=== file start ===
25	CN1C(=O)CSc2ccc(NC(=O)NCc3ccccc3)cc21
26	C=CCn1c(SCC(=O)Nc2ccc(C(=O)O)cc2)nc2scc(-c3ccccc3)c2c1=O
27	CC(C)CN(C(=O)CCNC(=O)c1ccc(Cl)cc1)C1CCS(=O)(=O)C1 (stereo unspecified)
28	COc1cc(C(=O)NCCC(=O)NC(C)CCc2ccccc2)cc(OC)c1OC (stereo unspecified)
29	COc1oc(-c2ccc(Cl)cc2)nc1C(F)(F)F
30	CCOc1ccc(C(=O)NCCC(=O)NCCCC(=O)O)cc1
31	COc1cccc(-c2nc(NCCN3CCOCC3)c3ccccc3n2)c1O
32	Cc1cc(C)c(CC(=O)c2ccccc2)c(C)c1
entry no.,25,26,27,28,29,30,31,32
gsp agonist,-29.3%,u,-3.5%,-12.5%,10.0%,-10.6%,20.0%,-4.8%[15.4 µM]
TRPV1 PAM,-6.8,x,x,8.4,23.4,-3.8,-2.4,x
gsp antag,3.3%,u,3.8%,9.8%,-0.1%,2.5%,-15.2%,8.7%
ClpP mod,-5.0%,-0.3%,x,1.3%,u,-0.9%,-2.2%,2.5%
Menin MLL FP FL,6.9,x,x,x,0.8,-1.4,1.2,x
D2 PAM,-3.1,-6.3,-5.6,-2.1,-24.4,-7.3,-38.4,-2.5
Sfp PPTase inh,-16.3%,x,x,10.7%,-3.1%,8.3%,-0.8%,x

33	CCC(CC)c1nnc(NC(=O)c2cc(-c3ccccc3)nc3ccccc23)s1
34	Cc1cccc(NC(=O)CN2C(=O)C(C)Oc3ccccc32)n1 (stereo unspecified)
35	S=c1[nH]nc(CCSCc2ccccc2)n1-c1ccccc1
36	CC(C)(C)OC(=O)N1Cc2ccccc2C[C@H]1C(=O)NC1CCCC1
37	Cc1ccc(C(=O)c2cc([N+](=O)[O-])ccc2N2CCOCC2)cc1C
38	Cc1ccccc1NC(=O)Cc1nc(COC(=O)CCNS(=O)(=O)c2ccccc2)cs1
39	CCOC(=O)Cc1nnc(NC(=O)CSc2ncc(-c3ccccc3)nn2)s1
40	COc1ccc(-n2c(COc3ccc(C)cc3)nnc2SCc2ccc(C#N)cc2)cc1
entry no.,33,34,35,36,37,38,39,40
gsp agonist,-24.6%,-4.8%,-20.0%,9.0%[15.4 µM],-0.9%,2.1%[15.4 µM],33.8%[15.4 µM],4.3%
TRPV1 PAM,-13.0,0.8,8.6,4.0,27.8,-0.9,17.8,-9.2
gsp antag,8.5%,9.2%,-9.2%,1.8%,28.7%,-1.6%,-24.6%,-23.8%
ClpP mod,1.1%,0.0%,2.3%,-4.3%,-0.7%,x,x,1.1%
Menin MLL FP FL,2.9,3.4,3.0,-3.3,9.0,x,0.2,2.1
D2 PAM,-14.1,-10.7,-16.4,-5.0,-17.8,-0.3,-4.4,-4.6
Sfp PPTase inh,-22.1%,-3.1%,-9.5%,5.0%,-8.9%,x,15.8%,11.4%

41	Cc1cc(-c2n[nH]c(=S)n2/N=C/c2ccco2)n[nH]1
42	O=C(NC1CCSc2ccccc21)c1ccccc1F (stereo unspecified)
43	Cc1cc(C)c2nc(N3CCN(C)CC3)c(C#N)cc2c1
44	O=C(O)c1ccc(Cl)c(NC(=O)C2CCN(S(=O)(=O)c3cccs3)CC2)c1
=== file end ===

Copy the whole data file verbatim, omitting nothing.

25	CN1C(=O)CSc2ccc(NC(=O)NCc3ccccc3)cc21
26	C=CCn1c(SCC(=O)Nc2ccc(C(=O)O)cc2)nc2scc(-c3ccccc3)c2c1=O
27	CC(C)CN(C(=O)CCNC(=O)c1ccc(Cl)cc1)C1CCS(=O)(=O)C1 (stereo unspecified)
28	COc1cc(C(=O)NCCC(=O)NC(C)CCc2ccccc2)cc(OC)c1OC (stereo unspecified)
29	COc1oc(-c2ccc(Cl)cc2)nc1C(F)(F)F
30	CCOc1ccc(C(=O)NCCC(=O)NCCCC(=O)O)cc1
31	COc1cccc(-c2nc(NCCN3CCOCC3)c3ccccc3n2)c1O
32	Cc1cc(C)c(CC(=O)c2ccccc2)c(C)c1
entry no.,25,26,27,28,29,30,31,32
gsp agonist,-29.3%,u,-3.5%,-12.5%,10.0%,-10.6%,20.0%,-4.8%[15.4 µM]
TRPV1 PAM,-6.8,x,x,8.4,23.4,-3.8,-2.4,x
gsp antag,3.3%,u,3.8%,9.8%,-0.1%,2.5%,-15.2%,8.7%
ClpP mod,-5.0%,-0.3%,x,1.3%,u,-0.9%,-2.2%,2.5%
Menin MLL FP FL,6.9,x,x,x,0.8,-1.4,1.2,x
D2 PAM,-3.1,-6.3,-5.6,-2.1,-24.4,-7.3,-38.4,-2.5
Sfp PPTase inh,-16.3%,x,x,10.7%,-3.1%,8.3%,-0.8%,x

33	CCC(CC)c1nnc(NC(=O)c2cc(-c3ccccc3)nc3ccccc23)s1
34	Cc1cccc(NC(=O)CN2C(=O)C(C)Oc3ccccc32)n1 (stereo unspecified)
35	S=c1[nH]nc(CCSCc2ccccc2)n1-c1ccccc1
36	CC(C)(C)OC(=O)N1Cc2ccccc2C[C@H]1C(=O)NC1CCCC1
37	Cc1ccc(C(=O)c2cc([N+](=O)[O-])ccc2N2CCOCC2)cc1C
38	Cc1ccccc1NC(=O)Cc1nc(COC(=O)CCNS(=O)(=O)c2ccccc2)cs1
39	CCOC(=O)Cc1nnc(NC(=O)CSc2ncc(-c3ccccc3)nn2)s1
40	COc1ccc(-n2c(COc3ccc(C)cc3)nnc2SCc2ccc(C#N)cc2)cc1
entry no.,33,34,35,36,37,38,39,40
gsp agonist,-24.6%,-4.8%,-20.0%,9.0%[15.4 µM],-0.9%,2.1%[15.4 µM],33.8%[15.4 µM],4.3%
TRPV1 PAM,-13.0,0.8,8.6,4.0,27.8,-0.9,17.8,-9.2
gsp antag,8.5%,9.2%,-9.2%,1.8%,28.7%,-1.6%,-24.6%,-23.8%
ClpP mod,1.1%,0.0%,2.3%,-4.3%,-0.7%,x,x,1.1%
Menin MLL FP FL,2.9,3.4,3.0,-3.3,9.0,x,0.2,2.1
D2 PAM,-14.1,-10.7,-16.4,-5.0,-17.8,-0.3,-4.4,-4.6
Sfp PPTase inh,-22.1%,-3.1%,-9.5%,5.0%,-8.9%,x,15.8%,11.4%

41	Cc1cc(-c2n[nH]c(=S)n2/N=C/c2ccco2)n[nH]1
42	O=C(NC1CCSc2ccccc21)c1ccccc1F (stereo unspecified)
43	Cc1cc(C)c2nc(N3CCN(C)CC3)c(C#N)cc2c1
44	O=C(O)c1ccc(Cl)c(NC(=O)C2CCN(S(=O)(=O)c3cccs3)CC2)c1